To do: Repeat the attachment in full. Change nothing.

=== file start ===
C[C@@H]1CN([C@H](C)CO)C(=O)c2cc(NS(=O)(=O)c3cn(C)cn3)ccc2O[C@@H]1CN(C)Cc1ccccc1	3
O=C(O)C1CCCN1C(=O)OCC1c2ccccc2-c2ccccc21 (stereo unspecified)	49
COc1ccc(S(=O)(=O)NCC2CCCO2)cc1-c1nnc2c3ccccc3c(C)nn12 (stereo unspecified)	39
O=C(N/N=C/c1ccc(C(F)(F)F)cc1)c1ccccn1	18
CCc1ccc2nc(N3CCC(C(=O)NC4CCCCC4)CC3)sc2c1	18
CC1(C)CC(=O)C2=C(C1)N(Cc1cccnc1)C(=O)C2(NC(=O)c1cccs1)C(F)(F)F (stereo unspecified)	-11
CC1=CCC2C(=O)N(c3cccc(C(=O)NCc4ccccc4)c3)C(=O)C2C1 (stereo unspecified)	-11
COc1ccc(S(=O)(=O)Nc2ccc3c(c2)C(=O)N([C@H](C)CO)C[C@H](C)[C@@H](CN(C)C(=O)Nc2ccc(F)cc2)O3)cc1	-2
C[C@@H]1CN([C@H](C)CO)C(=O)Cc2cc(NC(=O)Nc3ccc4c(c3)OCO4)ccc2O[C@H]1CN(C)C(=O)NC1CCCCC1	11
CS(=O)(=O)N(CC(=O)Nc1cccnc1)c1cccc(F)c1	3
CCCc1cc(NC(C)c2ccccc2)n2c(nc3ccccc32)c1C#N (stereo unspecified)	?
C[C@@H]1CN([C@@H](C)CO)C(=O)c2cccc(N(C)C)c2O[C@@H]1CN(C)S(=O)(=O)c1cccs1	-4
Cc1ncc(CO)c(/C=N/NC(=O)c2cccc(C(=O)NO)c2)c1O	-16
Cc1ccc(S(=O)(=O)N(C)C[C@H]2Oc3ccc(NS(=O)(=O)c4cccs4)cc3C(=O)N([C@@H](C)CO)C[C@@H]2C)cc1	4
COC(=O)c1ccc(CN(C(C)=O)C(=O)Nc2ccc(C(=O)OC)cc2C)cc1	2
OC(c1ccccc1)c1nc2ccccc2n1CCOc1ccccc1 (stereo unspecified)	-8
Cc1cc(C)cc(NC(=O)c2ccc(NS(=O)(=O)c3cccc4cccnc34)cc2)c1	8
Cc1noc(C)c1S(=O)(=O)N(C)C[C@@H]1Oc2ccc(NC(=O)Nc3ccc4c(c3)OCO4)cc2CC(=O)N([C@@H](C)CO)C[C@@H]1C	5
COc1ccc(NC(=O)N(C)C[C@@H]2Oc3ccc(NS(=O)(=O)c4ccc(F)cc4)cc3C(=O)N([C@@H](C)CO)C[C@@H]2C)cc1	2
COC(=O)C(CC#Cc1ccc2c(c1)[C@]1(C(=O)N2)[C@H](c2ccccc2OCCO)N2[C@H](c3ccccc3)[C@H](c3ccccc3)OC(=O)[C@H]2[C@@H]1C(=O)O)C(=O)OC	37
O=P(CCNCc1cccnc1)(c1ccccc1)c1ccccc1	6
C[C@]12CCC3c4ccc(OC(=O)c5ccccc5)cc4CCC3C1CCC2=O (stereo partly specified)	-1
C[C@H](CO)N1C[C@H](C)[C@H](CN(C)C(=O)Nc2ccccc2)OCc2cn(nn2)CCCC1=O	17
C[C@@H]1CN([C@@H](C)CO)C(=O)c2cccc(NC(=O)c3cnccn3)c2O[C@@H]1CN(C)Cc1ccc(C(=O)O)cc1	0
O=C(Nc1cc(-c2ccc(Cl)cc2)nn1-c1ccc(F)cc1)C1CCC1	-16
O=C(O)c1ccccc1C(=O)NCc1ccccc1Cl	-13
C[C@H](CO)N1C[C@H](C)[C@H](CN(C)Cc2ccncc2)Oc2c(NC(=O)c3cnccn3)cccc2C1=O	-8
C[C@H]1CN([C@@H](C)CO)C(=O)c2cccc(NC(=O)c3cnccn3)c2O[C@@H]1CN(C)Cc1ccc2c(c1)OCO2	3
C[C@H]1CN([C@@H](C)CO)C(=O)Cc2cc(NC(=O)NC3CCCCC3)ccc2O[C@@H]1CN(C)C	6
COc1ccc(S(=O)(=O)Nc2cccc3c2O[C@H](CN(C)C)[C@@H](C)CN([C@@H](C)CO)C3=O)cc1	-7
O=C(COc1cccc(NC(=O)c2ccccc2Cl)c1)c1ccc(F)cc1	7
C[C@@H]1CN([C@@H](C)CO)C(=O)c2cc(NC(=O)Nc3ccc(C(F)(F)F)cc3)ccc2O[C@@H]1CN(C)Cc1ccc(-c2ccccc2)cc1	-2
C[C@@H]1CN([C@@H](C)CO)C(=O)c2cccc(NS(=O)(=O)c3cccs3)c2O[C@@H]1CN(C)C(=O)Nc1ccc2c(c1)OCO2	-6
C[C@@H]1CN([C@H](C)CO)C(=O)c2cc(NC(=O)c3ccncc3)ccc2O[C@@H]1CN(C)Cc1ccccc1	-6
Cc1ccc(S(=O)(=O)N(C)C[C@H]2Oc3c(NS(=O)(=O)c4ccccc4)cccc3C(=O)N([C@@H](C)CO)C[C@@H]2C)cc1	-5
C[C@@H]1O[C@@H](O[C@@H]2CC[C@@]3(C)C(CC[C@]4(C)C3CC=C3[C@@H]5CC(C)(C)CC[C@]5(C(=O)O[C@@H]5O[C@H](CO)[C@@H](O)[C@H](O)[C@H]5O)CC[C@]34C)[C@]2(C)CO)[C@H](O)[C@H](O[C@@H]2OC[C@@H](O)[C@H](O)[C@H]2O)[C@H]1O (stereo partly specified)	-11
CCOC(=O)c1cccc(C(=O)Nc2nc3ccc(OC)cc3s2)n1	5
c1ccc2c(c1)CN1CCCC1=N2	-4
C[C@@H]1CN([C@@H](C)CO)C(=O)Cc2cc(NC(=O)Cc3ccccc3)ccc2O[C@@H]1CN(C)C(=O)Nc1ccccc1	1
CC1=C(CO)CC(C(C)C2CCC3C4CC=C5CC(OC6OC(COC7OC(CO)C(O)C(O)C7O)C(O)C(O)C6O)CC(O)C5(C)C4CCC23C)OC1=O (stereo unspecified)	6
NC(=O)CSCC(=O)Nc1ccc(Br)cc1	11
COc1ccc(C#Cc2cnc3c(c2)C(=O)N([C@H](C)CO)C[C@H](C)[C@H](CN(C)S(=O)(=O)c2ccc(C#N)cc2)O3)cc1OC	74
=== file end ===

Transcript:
C[C@@H]1CN([C@H](C)CO)C(=O)c2cc(NS(=O)(=O)c3cn(C)cn3)ccc2O[C@@H]1CN(C)Cc1ccccc1	3
O=C(O)C1CCCN1C(=O)OCC1c2ccccc2-c2ccccc21 (stereo unspecified)	49
COc1ccc(S(=O)(=O)NCC2CCCO2)cc1-c1nnc2c3ccccc3c(C)nn12 (stereo unspecified)	39
O=C(N/N=C/c1ccc(C(F)(F)F)cc1)c1ccccn1	18
CCc1ccc2nc(N3CCC(C(=O)NC4CCCCC4)CC3)sc2c1	18
CC1(C)CC(=O)C2=C(C1)N(Cc1cccnc1)C(=O)C2(NC(=O)c1cccs1)C(F)(F)F (stereo unspecified)	-11
CC1=CCC2C(=O)N(c3cccc(C(=O)NCc4ccccc4)c3)C(=O)C2C1 (stereo unspecified)	-11
COc1ccc(S(=O)(=O)Nc2ccc3c(c2)C(=O)N([C@H](C)CO)C[C@H](C)[C@@H](CN(C)C(=O)Nc2ccc(F)cc2)O3)cc1	-2
C[C@@H]1CN([C@H](C)CO)C(=O)Cc2cc(NC(=O)Nc3ccc4c(c3)OCO4)ccc2O[C@H]1CN(C)C(=O)NC1CCCCC1	11
CS(=O)(=O)N(CC(=O)Nc1cccnc1)c1cccc(F)c1	3
CCCc1cc(NC(C)c2ccccc2)n2c(nc3ccccc32)c1C#N (stereo unspecified)	?
C[C@@H]1CN([C@@H](C)CO)C(=O)c2cccc(N(C)C)c2O[C@@H]1CN(C)S(=O)(=O)c1cccs1	-4
Cc1ncc(CO)c(/C=N/NC(=O)c2cccc(C(=O)NO)c2)c1O	-16
Cc1ccc(S(=O)(=O)N(C)C[C@H]2Oc3ccc(NS(=O)(=O)c4cccs4)cc3C(=O)N([C@@H](C)CO)C[C@@H]2C)cc1	4
COC(=O)c1ccc(CN(C(C)=O)C(=O)Nc2ccc(C(=O)OC)cc2C)cc1	2
OC(c1ccccc1)c1nc2ccccc2n1CCOc1ccccc1 (stereo unspecified)	-8
Cc1cc(C)cc(NC(=O)c2ccc(NS(=O)(=O)c3cccc4cccnc34)cc2)c1	8
Cc1noc(C)c1S(=O)(=O)N(C)C[C@@H]1Oc2ccc(NC(=O)Nc3ccc4c(c3)OCO4)cc2CC(=O)N([C@@H](C)CO)C[C@@H]1C	5
COc1ccc(NC(=O)N(C)C[C@@H]2Oc3ccc(NS(=O)(=O)c4ccc(F)cc4)cc3C(=O)N([C@@H](C)CO)C[C@@H]2C)cc1	2
COC(=O)C(CC#Cc1ccc2c(c1)[C@]1(C(=O)N2)[C@H](c2ccccc2OCCO)N2[C@H](c3ccccc3)[C@H](c3ccccc3)OC(=O)[C@H]2[C@@H]1C(=O)O)C(=O)OC	37
O=P(CCNCc1cccnc1)(c1ccccc1)c1ccccc1	6
C[C@]12CCC3c4ccc(OC(=O)c5ccccc5)cc4CCC3C1CCC2=O (stereo partly specified)	-1
C[C@H](CO)N1C[C@H](C)[C@H](CN(C)C(=O)Nc2ccccc2)OCc2cn(nn2)CCCC1=O	17
C[C@@H]1CN([C@@H](C)CO)C(=O)c2cccc(NC(=O)c3cnccn3)c2O[C@@H]1CN(C)Cc1ccc(C(=O)O)cc1	0
O=C(Nc1cc(-c2ccc(Cl)cc2)nn1-c1ccc(F)cc1)C1CCC1	-16
O=C(O)c1ccccc1C(=O)NCc1ccccc1Cl	-13
C[C@H](CO)N1C[C@H](C)[C@H](CN(C)Cc2ccncc2)Oc2c(NC(=O)c3cnccn3)cccc2C1=O	-8
C[C@H]1CN([C@@H](C)CO)C(=O)c2cccc(NC(=O)c3cnccn3)c2O[C@@H]1CN(C)Cc1ccc2c(c1)OCO2	3
C[C@H]1CN([C@@H](C)CO)C(=O)Cc2cc(NC(=O)NC3CCCCC3)ccc2O[C@@H]1CN(C)C	6
COc1ccc(S(=O)(=O)Nc2cccc3c2O[C@H](CN(C)C)[C@@H](C)CN([C@@H](C)CO)C3=O)cc1	-7
O=C(COc1cccc(NC(=O)c2ccccc2Cl)c1)c1ccc(F)cc1	7
C[C@@H]1CN([C@@H](C)CO)C(=O)c2cc(NC(=O)Nc3ccc(C(F)(F)F)cc3)ccc2O[C@@H]1CN(C)Cc1ccc(-c2ccccc2)cc1	-2
C[C@@H]1CN([C@@H](C)CO)C(=O)c2cccc(NS(=O)(=O)c3cccs3)c2O[C@@H]1CN(C)C(=O)Nc1ccc2c(c1)OCO2	-6
C[C@@H]1CN([C@H](C)CO)C(=O)c2cc(NC(=O)c3ccncc3)ccc2O[C@@H]1CN(C)Cc1ccccc1	-6
Cc1ccc(S(=O)(=O)N(C)C[C@H]2Oc3c(NS(=O)(=O)c4ccccc4)cccc3C(=O)N([C@@H](C)CO)C[C@@H]2C)cc1	-5
C[C@@H]1O[C@@H](O[C@@H]2CC[C@@]3(C)C(CC[C@]4(C)C3CC=C3[C@@H]5CC(C)(C)CC[C@]5(C(=O)O[C@@H]5O[C@H](CO)[C@@H](O)[C@H](O)[C@H]5O)CC[C@]34C)[C@]2(C)CO)[C@H](O)[C@H](O[C@@H]2OC[C@@H](O)[C@H](O)[C@H]2O)[C@H]1O (stereo partly specified)	-11
CCOC(=O)c1cccc(C(=O)Nc2nc3ccc(OC)cc3s2)n1	5
c1ccc2c(c1)CN1CCCC1=N2	-4
C[C@@H]1CN([C@@H](C)CO)C(=O)Cc2cc(NC(=O)Cc3ccccc3)ccc2O[C@@H]1CN(C)C(=O)Nc1ccccc1	1
CC1=C(CO)CC(C(C)C2CCC3C4CC=C5CC(OC6OC(COC7OC(CO)C(O)C(O)C7O)C(O)C(O)C6O)CC(O)C5(C)C4CCC23C)OC1=O (stereo unspecified)	6
NC(=O)CSCC(=O)Nc1ccc(Br)cc1	11
COc1ccc(C#Cc2cnc3c(c2)C(=O)N([C@H](C)CO)C[C@H](C)[C@H](CN(C)S(=O)(=O)c2ccc(C#N)cc2)O3)cc1OC	74